I've been doing a load of research over the last couple of weeks after my DSC module on my 09/01 330Ci decided to die and leave me with the three lights of death on the dash (no abs, no dsc, no traction control). DIS short test followed by fault code read pointed to control unit failure. This did not clear no matter how many times I tried it nor after any period of time. The module was toast. I then rang a couple of indy's who told me this module can't be recoded and is locked to a VIN from new. New module plus fitting was around £1500 including fitting. Hmmm.
After reading many conflicting views on e46fanatics about whether you could safely separate the module from the pump and successfully recode it to a different car, I decided it was worth trying to find a replacement module rather than attempt to get the faulty one repaired or better yet pay BMW £1200+ for a new module. I was fairly sure my pump and block were ok so the first step was identifying which module I had and then sourcing one from eBay or a breakers yard. The DSC control unit part number is not actually visible from the engine bay as it is bolted to the pump but a few minutes of googling found that ABS pump P/N 34516759045 always accompanied the ATE MK60 control unit with P/N ending 6759047. Great, so find a pump matching that P/N and the correct matching module should be attached to it.
Nights of ebay trawling led me to a bargain £38 ABS pump and module with the correct P/N showing on the pump. Worth a punt, especially as I saw people trying to sell these modules for as much as £200+. The block turns up and the module is correct. Great, onto fitting.
** Disclaimer: this is the way in which I replaced and recoded my DSC module. I do not maintain that this is the ideal or entirely correct methodology nor do I accept any repercussions if this is attempted and it goes wrong **
Use something to extract the majority of the fluid from the brake fluid reservoir. I found a cheap turkey baster was perfectly adequate for this, find them in a pound shop or the rang for a quid.
Once empty, loosen the 6 brake lines on the top of the DSC block. 11mm brake line spanner was correct for my car except for the vacuum pipe from the servo which seems to be a 12mm for some random reason.Undo the brake line unions all the way and have some plastic bags/sandwich bags to hand to put the lines into and catch the excess fluid.The two larger outer pipes of the block of 4 (vacuum and return fluid) are attached to flexi hoses and can be moved out of the way.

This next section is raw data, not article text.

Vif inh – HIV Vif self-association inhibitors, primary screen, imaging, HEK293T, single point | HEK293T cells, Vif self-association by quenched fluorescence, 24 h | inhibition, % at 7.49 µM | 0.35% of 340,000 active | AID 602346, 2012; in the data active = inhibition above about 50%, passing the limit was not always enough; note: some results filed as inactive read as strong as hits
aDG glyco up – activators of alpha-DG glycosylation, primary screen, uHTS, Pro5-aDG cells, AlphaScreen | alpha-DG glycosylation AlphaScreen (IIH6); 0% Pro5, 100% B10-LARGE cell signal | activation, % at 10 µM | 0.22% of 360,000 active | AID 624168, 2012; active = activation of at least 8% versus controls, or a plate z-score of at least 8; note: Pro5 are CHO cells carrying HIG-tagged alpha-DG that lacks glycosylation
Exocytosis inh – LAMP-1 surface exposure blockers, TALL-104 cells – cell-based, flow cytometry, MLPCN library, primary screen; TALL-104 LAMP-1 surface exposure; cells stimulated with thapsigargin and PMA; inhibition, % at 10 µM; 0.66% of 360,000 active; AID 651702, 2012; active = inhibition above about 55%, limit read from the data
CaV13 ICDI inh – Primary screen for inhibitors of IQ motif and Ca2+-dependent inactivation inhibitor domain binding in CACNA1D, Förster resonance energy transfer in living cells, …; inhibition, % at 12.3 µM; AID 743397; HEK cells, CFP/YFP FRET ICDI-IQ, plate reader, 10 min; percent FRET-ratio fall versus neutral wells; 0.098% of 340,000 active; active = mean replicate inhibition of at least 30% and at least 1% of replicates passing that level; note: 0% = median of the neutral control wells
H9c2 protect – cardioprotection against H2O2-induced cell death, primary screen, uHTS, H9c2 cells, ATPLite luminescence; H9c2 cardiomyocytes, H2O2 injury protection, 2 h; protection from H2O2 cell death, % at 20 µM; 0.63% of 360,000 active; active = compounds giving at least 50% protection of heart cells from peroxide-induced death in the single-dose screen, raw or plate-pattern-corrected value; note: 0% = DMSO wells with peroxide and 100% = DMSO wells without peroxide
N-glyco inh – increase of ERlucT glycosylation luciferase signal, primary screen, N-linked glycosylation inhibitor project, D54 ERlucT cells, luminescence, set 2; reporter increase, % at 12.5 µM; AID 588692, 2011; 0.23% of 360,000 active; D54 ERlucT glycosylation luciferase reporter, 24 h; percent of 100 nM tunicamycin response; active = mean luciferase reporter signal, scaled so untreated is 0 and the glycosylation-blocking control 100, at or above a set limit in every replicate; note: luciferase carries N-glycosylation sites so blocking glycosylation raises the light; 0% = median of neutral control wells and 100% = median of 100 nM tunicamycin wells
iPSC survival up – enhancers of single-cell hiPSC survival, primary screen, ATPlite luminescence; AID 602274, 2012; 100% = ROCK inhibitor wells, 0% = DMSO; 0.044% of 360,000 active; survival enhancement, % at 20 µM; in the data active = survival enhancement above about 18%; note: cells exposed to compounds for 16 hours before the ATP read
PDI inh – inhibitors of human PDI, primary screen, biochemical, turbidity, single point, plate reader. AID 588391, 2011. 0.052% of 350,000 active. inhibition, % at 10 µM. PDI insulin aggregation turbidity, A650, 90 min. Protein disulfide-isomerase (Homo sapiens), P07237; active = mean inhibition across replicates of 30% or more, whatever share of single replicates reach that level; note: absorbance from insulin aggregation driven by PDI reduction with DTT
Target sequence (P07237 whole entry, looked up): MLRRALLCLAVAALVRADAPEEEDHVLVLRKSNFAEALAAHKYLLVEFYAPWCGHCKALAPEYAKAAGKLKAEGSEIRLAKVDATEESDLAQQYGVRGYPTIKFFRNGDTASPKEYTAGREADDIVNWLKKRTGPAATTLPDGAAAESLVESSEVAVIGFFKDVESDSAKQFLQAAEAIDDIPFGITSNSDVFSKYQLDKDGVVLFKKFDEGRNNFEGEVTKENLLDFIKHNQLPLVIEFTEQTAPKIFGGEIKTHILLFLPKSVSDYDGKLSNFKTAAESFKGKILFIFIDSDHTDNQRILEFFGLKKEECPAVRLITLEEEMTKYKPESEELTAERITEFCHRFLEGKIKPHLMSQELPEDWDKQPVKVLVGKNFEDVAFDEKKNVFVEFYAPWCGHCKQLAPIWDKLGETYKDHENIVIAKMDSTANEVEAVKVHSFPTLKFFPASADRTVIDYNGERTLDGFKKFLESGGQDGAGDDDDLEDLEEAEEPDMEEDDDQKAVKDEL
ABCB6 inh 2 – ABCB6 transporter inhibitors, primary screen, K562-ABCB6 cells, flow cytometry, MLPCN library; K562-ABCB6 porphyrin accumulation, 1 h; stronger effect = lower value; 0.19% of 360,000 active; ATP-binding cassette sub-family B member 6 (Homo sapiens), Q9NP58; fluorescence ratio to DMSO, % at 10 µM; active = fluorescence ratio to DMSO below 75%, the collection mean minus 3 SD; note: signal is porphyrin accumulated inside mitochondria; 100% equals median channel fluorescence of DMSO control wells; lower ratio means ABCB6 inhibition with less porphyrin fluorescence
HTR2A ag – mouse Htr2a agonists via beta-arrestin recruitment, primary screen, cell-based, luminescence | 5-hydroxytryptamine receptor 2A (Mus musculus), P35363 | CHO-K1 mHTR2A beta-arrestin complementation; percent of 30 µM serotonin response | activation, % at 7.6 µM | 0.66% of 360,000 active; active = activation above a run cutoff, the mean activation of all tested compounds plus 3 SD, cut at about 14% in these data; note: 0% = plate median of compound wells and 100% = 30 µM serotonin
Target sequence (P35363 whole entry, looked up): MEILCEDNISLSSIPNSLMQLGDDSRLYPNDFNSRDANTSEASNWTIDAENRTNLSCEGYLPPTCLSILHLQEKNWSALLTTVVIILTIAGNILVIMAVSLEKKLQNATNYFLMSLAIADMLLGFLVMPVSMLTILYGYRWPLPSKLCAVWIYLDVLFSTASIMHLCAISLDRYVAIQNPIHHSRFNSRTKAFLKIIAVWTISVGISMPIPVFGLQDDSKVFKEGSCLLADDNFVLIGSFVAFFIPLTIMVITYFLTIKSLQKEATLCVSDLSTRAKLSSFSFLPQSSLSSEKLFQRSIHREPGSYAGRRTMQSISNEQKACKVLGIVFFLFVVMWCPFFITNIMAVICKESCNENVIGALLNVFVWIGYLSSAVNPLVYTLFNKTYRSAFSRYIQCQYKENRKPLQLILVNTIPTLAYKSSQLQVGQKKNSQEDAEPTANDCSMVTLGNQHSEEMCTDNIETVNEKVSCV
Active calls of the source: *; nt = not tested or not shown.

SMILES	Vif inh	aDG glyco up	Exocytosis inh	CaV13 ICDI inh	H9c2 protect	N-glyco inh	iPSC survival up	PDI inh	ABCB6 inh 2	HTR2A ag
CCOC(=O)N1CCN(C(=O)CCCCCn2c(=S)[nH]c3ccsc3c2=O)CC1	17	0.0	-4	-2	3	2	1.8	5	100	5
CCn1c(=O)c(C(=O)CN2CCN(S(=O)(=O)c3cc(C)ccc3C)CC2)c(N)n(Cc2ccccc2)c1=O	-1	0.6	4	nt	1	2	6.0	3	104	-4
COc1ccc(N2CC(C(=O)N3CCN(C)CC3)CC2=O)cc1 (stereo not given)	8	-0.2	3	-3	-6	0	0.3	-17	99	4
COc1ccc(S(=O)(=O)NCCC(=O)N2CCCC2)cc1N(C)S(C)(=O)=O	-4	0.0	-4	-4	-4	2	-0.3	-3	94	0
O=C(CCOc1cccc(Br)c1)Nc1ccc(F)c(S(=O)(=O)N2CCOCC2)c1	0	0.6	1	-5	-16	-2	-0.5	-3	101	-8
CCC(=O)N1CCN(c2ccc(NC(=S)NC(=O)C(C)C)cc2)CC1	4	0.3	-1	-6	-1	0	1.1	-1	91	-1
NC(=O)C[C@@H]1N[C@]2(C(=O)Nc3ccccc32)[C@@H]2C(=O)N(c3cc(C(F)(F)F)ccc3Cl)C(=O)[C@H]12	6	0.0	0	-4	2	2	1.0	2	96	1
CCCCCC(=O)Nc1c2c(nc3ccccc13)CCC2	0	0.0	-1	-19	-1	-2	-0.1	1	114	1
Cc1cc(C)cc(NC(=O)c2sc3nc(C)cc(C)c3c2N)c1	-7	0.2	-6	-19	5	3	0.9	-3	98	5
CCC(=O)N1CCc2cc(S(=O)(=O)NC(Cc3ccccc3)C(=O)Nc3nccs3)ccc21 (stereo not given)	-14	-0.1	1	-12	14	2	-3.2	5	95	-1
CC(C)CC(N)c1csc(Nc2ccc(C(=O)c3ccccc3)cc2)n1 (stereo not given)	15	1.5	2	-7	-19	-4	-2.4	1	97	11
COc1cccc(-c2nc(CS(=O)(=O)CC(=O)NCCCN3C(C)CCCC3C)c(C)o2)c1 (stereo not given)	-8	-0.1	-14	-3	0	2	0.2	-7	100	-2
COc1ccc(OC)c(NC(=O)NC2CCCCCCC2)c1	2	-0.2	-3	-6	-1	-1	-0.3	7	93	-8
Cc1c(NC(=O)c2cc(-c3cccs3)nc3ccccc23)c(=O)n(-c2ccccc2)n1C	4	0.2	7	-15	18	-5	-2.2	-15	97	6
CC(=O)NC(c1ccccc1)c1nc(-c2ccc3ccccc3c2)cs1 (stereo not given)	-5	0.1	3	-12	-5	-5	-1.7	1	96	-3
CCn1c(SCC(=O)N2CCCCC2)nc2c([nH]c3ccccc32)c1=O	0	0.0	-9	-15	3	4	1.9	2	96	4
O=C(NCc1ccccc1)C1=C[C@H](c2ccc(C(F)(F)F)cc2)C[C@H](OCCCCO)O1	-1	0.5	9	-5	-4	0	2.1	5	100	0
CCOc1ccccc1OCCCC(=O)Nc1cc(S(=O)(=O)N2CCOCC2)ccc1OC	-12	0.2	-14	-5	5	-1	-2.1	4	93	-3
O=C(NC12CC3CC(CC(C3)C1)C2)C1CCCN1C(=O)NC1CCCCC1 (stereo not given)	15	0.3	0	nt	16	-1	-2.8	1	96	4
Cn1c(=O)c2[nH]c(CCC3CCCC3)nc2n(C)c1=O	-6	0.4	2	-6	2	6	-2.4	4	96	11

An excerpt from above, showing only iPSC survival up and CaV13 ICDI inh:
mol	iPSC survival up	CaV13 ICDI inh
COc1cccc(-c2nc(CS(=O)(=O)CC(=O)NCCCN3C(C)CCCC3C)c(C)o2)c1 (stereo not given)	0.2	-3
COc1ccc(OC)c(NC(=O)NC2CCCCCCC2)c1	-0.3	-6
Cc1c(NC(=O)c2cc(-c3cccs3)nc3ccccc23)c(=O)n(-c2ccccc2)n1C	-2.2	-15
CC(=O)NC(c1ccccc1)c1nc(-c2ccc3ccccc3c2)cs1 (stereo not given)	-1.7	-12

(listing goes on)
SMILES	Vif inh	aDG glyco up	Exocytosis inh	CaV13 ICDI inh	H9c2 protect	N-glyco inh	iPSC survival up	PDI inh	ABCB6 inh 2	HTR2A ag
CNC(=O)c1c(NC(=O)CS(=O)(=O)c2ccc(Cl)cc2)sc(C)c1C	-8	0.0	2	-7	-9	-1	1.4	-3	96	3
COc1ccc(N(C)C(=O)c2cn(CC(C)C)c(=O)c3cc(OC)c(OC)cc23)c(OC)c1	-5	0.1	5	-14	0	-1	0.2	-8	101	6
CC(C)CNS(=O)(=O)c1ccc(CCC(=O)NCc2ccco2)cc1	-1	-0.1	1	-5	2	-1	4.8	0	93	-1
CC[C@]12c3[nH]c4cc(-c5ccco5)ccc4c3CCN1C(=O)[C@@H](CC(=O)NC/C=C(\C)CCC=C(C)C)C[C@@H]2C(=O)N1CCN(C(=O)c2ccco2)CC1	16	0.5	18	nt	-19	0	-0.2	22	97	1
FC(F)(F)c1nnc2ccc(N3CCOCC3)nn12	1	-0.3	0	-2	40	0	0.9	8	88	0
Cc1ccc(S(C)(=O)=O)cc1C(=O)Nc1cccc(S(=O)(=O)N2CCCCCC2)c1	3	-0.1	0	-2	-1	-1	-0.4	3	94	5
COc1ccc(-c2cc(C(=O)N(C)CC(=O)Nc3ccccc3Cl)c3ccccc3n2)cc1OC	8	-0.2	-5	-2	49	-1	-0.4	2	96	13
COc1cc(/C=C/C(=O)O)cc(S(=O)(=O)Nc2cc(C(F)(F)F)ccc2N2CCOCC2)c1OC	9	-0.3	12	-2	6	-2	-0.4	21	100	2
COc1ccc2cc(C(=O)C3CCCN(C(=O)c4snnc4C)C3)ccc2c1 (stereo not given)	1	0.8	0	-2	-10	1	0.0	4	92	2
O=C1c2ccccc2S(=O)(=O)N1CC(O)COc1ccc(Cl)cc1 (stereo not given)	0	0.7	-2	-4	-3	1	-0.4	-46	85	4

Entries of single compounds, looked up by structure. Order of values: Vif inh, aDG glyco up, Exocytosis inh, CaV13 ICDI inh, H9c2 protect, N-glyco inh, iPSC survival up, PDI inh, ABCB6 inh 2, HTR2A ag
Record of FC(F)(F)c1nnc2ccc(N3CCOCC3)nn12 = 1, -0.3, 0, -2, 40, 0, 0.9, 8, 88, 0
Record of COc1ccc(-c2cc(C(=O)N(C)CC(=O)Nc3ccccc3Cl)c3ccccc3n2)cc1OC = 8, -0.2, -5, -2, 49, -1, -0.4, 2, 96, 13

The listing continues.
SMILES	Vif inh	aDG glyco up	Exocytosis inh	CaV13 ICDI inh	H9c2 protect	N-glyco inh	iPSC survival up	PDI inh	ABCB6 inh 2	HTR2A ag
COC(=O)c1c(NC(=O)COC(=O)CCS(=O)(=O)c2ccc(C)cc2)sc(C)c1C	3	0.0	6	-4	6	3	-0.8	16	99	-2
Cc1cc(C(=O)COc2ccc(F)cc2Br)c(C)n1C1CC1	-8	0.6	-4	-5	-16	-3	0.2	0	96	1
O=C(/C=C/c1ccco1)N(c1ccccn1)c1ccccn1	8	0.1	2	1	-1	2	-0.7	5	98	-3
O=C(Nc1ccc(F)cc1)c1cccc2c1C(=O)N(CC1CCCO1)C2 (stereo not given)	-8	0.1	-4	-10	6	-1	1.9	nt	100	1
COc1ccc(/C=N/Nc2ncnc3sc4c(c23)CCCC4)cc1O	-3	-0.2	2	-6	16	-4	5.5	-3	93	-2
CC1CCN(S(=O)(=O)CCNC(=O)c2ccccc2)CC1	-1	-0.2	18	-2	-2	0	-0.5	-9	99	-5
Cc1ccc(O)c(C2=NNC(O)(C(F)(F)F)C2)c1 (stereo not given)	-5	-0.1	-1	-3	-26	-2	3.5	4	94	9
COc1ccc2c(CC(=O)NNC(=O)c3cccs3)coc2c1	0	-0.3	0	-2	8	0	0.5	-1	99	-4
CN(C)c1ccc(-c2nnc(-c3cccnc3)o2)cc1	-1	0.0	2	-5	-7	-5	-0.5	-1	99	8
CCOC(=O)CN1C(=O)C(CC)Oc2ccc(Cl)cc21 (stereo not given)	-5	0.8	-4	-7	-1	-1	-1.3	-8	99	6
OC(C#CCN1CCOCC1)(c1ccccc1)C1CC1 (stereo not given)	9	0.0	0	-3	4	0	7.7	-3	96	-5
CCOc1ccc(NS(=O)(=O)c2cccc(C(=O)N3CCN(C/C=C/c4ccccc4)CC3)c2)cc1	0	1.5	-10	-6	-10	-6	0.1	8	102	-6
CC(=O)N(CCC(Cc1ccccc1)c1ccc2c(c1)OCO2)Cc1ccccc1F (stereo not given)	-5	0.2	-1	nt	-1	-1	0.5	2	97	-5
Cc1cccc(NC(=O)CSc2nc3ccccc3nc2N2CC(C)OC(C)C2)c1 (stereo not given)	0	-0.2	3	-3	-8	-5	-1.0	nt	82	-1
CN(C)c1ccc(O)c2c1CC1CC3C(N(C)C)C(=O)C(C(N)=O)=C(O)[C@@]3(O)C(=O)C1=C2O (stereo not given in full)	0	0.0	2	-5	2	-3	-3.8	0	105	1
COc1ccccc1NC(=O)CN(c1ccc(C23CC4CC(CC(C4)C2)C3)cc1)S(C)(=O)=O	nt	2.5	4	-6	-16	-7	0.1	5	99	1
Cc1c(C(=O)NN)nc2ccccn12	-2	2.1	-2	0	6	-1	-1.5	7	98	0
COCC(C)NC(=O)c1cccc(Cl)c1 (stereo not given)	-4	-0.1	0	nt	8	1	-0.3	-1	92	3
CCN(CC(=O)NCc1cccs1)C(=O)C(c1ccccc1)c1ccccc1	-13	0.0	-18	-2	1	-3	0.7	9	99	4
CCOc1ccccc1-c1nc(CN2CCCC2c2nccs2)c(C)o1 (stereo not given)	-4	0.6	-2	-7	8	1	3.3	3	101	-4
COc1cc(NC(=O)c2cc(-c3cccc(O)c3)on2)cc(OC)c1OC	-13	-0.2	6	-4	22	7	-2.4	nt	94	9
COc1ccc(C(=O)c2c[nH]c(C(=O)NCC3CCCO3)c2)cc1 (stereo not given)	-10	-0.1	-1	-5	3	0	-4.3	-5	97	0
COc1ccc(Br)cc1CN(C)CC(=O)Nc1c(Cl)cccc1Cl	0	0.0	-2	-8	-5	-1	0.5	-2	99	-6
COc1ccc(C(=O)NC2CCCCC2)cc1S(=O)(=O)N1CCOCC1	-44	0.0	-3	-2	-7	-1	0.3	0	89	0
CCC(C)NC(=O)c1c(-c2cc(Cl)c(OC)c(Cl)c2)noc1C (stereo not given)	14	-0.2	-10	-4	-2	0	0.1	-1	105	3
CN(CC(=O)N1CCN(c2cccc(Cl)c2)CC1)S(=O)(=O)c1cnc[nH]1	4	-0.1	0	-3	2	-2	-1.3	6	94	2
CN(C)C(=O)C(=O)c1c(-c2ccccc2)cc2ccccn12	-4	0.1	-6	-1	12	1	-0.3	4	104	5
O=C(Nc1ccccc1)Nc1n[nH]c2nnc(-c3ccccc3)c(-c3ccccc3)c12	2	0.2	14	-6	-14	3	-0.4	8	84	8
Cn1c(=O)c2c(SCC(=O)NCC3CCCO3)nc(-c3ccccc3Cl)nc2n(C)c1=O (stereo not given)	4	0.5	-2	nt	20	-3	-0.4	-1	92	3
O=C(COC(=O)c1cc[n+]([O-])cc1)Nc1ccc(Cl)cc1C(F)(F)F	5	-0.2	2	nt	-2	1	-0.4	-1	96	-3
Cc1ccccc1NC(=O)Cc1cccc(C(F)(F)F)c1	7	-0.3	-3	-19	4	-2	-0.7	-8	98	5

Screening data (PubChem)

Unplug and remove bonnet shut sensor switch to make it easier to remove the pump,block and module assembly.
Remove the two 13mm bolts holding the assembly to the car. The third prong of the metal mount is held in place by sliding over an eyelet. Just pull that clear once the bolts are out and it will start to move.
Manoeuvre the assembly as a complete unit out of the compartment and around the other brake lines. The lines can be flexible to a certain extent provided you are careful. In any case the assembly should come out after a few attempts.
Once out, separate the module from the block and pump by releasing the two T25 bolts from the pump side. Pull the screws out and then the module will wiggle off the back of the DSC block. Attach new module to existing DSC block and pump and bolt it back up.
The whole lot can go back in now and installation is the opposite of removal. Once all the lines are reattached and nipped up tight, refill the reservoir with dot4 to the max ready for bleeding.
Pull out your laptop with DIS running, run a short test on the DSC/MK60 followed by the component functions menu which should hopefully show your DSC module with an X next to it. A run off of the fault codes will probably show incorrect VIN (this is fine and will be sorted later). For now, go to component activation for DSC functions and activate the ABS pump to run the fluid through the block and into the system. You should hear a buzzing noise for 3 seconds or so.
Now bleed all four calipers as you would after a normal fluid change being sure to keep the fluid topped up.
Test the car. At this point you should have an effective and working braking system with now two yellow lights for traction control and DSC indicating that ABS has been reactivated. (invalid VIN seems to leave the ABS active instead of disabling the whole system like a faulty module does). If the brakes pedal is spongy or not effective, go back a step, you have probably let some air into the system somewhere or not cycled the pump properly.
Now you need to code the module with the VIN form the car. Use NCS expert for this. Do this your normal way depending on what profile you use. For me it was:
Select ECU then any of the available modules should provide NCS with your cars details. e.g EWS
F4 process ECU and choose the MK60 module
F3 execute job
Done. NCS should complete successfully (hopefully)
Now grab INPA and load up the E46 option menu. Drill down to chassis, double click DSC. F2 identification should now show your cars VIN for this module. Reading the codes in INPA will show that the VIN is not initialized and ZWS calibration is needed. Good stuff, Make sure your steering wheel is centered then press Shift+F4 and then option 1.
Clear the codes again and the re-read. In between this if the two remaining yellow lights go out you know you've been successful.
Celebrate how a £38 module and £6 of DOT4 fluid have saved you a serious amount of money.
Apologies for the lack of photos but hopefully this will be of use to someone. I found various threads on this topic with random conflicting information but no concise DIY from start to finish with all necessary steps to get the DSC module to accept a new VIN and re-initialize. Just goes to show it can be done and that you don't need to spend loads of cash on a fixing this problem.